21 JUN 2011
Telegraph View: The country should never have been admitted to the eurozone, but now its partners must pick up the pieces.
The refusal by eurozone finance ministers early yesterday morning to authorise an immediate £10.5 billion aid payment to Greece looked, at first blush, like a long overdue decision to start playing hardball. The truculent refusal of the Greeks to embrace a serious austerity package is infuriating the rest of the eurozone, hence the unexpected decision to postpone the latest tranche of cash. No payment will be authorised until the government in Athens wins today’s parliamentary confidence vote and then secures support for a new austerity package later this month.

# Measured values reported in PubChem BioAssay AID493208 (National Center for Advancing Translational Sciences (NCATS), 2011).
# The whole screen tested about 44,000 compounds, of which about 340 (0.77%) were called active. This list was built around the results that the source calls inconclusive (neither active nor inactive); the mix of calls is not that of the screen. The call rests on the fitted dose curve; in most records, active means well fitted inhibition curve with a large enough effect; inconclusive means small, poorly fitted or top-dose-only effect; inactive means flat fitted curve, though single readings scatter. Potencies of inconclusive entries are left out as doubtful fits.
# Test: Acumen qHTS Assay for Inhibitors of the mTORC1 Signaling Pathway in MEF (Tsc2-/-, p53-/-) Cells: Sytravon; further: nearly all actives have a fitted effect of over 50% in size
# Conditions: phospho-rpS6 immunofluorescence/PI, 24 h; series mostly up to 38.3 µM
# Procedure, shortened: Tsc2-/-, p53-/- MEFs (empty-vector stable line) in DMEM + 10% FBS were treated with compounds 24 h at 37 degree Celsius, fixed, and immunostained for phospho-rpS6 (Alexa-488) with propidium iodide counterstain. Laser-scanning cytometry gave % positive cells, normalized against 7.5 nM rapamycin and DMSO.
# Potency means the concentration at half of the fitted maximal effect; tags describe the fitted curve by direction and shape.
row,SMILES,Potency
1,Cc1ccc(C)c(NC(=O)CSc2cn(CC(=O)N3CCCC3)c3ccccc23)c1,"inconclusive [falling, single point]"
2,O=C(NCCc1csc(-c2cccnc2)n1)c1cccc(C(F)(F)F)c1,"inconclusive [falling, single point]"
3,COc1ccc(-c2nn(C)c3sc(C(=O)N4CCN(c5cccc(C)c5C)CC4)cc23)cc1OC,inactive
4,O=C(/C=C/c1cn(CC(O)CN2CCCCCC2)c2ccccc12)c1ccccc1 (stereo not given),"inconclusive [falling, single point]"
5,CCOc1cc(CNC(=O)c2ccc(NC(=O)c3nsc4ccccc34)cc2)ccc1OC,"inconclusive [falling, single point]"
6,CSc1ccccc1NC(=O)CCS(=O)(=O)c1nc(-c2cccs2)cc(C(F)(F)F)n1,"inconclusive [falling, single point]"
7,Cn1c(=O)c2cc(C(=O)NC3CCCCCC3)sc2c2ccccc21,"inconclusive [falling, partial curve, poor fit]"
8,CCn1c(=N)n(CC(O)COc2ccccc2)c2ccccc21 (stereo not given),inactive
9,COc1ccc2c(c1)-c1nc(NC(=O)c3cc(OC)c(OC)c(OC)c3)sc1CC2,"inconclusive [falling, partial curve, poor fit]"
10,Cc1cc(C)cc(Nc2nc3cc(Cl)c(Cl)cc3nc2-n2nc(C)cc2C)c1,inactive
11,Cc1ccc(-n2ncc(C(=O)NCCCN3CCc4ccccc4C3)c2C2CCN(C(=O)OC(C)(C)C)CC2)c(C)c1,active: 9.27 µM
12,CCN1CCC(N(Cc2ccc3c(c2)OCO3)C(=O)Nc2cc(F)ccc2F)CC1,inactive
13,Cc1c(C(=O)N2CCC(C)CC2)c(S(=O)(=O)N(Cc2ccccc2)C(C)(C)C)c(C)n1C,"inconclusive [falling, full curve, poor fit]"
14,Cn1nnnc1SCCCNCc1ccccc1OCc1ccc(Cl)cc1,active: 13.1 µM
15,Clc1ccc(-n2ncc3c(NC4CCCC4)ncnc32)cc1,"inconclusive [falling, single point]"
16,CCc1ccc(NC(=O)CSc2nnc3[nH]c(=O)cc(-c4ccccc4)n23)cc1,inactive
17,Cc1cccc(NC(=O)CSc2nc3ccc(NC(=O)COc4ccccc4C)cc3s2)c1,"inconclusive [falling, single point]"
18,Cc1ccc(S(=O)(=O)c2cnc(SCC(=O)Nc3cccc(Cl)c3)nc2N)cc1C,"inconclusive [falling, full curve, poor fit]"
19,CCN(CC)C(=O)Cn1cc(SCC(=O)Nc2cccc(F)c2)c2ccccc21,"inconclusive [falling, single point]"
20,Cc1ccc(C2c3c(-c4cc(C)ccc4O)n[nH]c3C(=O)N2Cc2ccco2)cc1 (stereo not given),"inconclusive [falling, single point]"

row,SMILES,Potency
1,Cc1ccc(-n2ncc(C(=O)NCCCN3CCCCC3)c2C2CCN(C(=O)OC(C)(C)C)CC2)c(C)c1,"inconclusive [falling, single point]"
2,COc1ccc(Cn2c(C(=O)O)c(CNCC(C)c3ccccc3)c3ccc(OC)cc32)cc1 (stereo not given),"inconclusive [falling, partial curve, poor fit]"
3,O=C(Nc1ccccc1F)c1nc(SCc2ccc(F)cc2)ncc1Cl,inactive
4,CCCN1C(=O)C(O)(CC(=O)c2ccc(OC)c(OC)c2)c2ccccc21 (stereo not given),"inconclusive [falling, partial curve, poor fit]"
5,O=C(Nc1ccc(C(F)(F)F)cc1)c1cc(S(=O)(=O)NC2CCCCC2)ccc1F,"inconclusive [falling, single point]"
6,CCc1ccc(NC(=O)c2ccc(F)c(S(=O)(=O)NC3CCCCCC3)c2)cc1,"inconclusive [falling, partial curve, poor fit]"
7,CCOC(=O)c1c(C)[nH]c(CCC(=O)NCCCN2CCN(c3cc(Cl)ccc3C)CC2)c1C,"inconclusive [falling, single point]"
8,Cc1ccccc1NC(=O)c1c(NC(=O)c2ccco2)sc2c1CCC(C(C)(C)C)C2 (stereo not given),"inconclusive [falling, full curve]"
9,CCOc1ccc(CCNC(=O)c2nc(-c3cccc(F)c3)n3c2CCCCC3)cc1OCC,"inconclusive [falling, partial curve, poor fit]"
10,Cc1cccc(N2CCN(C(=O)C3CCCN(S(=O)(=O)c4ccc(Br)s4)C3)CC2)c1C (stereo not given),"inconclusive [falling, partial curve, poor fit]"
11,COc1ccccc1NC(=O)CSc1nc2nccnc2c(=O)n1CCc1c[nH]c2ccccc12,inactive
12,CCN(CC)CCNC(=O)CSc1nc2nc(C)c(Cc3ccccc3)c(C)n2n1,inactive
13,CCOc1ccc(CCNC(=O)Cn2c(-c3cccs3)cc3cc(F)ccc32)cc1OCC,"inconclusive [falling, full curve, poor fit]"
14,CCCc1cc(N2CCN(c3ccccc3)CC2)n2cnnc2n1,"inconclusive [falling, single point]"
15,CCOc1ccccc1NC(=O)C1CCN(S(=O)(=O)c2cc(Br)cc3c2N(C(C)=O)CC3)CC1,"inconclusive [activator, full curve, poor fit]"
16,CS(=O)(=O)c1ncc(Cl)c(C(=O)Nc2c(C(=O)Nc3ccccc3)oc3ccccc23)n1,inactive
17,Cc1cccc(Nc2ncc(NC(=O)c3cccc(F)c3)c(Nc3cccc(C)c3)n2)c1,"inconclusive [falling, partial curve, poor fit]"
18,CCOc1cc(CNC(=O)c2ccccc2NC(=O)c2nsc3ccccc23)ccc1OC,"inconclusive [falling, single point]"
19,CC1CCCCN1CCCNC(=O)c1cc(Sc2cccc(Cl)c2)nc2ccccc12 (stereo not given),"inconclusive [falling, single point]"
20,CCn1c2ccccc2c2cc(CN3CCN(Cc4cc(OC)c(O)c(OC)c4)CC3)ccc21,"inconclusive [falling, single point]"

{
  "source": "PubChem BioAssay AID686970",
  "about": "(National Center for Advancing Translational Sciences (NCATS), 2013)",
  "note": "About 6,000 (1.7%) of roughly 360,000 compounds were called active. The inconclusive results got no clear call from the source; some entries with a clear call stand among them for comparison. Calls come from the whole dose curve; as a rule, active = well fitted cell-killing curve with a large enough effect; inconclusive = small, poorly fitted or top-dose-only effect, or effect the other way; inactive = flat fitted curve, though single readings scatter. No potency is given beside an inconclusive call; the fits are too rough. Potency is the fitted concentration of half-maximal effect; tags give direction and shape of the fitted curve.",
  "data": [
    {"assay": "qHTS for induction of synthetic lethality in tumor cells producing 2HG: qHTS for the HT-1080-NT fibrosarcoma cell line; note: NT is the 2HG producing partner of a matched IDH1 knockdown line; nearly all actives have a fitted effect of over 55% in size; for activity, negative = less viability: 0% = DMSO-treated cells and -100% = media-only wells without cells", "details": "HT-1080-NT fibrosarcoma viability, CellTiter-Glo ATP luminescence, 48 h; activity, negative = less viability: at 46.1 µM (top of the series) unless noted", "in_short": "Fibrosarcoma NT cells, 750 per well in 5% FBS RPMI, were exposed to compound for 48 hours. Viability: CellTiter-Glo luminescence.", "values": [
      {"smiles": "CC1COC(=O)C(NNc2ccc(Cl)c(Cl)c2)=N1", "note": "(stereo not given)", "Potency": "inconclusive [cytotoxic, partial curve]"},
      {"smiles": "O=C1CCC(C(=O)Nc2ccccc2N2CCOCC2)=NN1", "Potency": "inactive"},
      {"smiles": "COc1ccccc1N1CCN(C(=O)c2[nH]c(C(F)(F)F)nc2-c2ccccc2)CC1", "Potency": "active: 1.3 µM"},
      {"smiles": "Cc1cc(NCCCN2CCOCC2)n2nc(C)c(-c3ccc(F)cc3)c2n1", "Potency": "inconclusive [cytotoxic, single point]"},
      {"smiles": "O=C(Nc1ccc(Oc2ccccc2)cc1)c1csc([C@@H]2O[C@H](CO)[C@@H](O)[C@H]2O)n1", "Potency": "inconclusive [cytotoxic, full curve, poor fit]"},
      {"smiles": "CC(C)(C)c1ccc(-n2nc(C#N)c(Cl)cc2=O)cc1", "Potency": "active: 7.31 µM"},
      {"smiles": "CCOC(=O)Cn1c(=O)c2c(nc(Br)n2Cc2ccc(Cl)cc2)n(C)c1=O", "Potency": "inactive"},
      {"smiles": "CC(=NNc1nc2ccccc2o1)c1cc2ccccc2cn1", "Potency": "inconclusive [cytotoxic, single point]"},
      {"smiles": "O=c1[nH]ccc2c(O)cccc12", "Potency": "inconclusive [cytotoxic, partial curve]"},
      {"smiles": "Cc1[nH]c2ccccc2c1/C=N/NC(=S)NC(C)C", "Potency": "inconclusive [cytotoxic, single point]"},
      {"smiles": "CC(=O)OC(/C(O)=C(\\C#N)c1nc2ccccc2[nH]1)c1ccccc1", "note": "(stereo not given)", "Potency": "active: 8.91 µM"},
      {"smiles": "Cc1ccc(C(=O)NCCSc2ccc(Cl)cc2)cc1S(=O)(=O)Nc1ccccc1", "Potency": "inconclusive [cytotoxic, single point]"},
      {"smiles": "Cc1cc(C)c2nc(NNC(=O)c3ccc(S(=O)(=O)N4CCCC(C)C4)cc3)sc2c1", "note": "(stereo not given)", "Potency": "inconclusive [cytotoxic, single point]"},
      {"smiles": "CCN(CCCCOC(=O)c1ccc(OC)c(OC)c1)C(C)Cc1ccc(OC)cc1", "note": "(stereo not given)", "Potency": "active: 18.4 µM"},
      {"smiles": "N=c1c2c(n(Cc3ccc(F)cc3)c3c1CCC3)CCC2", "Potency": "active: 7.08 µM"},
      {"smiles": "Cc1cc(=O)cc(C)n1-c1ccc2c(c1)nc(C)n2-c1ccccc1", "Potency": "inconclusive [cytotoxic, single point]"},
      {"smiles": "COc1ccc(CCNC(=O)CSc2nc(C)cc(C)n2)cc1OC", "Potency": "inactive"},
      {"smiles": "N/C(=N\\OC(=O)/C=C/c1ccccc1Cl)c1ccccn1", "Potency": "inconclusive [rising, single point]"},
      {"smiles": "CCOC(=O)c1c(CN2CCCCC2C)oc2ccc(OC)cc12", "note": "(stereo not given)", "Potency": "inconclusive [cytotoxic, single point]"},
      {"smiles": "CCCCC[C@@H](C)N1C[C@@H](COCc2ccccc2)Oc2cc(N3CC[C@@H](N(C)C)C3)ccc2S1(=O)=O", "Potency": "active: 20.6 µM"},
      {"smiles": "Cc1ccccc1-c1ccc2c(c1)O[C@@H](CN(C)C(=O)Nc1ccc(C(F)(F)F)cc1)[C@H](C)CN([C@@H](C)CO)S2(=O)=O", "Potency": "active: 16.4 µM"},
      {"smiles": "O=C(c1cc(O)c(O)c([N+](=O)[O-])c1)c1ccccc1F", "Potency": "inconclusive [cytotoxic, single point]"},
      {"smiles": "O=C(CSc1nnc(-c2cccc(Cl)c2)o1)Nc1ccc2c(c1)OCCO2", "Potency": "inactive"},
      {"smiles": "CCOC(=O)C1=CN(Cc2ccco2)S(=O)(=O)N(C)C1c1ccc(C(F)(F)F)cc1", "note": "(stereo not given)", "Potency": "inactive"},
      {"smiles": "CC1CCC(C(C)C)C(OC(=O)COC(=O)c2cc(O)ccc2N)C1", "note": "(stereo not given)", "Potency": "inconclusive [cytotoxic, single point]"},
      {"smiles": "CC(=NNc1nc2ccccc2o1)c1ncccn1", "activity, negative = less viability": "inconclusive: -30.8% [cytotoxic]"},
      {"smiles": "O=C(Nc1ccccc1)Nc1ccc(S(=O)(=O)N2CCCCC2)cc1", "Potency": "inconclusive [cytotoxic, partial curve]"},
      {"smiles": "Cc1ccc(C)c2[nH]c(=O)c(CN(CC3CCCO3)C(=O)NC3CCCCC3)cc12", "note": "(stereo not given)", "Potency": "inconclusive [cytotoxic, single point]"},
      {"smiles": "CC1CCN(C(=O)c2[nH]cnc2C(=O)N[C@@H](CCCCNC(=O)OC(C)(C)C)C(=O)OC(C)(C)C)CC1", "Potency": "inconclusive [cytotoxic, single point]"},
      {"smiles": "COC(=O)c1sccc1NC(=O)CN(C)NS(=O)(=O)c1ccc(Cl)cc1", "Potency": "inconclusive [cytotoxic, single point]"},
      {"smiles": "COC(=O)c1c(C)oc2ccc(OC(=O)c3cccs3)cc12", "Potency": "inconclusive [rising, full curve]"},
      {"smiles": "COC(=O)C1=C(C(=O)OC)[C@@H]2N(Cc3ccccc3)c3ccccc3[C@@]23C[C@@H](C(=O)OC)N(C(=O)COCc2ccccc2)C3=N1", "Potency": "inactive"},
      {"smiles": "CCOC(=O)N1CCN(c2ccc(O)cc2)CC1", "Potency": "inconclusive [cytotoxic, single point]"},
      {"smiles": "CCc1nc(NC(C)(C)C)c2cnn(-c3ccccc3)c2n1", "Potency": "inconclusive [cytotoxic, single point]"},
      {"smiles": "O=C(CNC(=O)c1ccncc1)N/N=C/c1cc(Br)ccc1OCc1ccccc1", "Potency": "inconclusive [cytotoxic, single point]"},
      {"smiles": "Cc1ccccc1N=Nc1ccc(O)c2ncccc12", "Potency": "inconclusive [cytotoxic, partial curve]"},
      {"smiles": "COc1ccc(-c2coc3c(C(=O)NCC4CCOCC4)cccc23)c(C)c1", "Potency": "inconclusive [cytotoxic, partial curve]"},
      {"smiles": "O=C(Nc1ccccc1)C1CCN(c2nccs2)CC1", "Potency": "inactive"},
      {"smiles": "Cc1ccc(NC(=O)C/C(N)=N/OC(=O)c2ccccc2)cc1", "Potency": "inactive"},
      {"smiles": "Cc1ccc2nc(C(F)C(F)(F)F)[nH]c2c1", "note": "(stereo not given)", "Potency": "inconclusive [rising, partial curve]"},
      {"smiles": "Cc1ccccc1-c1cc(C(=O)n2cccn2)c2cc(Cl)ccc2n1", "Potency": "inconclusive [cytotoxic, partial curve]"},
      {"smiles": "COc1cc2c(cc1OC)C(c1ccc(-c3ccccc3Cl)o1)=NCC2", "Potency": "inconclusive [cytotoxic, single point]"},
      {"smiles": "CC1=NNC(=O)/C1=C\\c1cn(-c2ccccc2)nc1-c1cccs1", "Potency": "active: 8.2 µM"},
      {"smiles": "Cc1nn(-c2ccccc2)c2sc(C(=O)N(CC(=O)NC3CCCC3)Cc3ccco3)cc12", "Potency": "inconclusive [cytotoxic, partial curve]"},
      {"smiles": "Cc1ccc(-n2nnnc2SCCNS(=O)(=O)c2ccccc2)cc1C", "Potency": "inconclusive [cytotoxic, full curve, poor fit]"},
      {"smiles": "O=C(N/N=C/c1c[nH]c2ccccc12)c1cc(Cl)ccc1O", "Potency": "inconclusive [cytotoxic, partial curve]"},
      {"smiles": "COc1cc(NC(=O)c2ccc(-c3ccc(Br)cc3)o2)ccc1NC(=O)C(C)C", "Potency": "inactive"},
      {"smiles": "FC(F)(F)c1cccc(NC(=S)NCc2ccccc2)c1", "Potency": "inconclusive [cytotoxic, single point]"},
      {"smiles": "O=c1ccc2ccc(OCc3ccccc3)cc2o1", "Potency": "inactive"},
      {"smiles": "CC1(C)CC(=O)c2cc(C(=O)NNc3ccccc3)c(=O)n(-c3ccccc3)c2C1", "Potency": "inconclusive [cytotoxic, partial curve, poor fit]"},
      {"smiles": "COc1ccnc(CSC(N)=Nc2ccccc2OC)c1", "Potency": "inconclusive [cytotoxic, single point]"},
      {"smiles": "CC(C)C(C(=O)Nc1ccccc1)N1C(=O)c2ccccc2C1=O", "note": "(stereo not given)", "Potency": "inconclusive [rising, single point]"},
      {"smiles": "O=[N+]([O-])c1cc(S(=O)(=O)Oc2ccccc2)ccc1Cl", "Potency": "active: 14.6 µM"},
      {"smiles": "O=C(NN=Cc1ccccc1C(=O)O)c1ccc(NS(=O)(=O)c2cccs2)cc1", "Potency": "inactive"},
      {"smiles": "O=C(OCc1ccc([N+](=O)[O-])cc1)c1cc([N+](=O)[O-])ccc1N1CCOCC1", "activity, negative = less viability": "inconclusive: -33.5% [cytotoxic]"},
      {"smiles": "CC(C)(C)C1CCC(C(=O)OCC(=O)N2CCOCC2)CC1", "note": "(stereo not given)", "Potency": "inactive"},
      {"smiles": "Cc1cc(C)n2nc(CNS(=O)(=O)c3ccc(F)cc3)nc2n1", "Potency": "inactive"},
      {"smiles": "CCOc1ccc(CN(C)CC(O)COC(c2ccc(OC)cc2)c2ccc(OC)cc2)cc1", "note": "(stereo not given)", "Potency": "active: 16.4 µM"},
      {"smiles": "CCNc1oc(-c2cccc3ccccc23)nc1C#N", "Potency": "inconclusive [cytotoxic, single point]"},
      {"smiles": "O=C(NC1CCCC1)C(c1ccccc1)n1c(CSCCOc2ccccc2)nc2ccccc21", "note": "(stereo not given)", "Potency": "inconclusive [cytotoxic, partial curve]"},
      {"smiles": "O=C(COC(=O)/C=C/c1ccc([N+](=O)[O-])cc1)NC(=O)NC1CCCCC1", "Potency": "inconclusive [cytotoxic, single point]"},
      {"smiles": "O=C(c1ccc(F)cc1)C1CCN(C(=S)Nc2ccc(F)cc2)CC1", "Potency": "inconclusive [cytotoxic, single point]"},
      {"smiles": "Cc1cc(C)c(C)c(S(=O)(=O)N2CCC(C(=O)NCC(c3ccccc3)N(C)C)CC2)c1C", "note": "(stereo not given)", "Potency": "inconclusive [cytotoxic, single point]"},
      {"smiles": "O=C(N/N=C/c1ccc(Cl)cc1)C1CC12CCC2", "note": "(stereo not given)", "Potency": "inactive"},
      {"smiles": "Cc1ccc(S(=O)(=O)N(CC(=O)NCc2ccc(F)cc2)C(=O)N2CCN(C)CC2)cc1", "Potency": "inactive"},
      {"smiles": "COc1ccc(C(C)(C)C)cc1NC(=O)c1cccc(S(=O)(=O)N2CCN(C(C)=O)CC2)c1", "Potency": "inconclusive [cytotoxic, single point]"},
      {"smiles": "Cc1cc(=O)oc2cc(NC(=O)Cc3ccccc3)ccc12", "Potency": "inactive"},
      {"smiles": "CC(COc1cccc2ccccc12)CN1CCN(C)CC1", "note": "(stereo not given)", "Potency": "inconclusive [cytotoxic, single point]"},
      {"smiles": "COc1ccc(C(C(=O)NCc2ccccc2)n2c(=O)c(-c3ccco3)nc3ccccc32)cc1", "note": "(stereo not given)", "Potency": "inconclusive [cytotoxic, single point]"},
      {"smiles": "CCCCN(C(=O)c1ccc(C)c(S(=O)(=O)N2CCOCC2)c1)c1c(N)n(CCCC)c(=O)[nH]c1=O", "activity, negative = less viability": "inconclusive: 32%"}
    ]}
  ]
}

Yet the impact of this “ultimatum” is vitiated by the fact that no one is in any doubt whatsoever that the money will ultimately be paid, regardless of what happens in Greece, and that it will shortly be followed by a full-blown £100 billion bail-out package to accompany last year’s £100 billion – pretty soon we will be talking serious money. For all the hand-wringing and dithering in Luxembourg yesterday, the simple truth is that Greece will be kept afloat because the eurozone has no alternative. The country, a basket-case economy where the payment of taxes is a voluntary activity, should never have been admitted to the single currency in the first place. There is some poetic justice in the fact that the two countries whose economies stand to lose most if Greece defaults – Germany and France – are the very countries that bent the euro entry criteria to breaking point to allow it to join the club. The other 16 member states must now live with the consequences.
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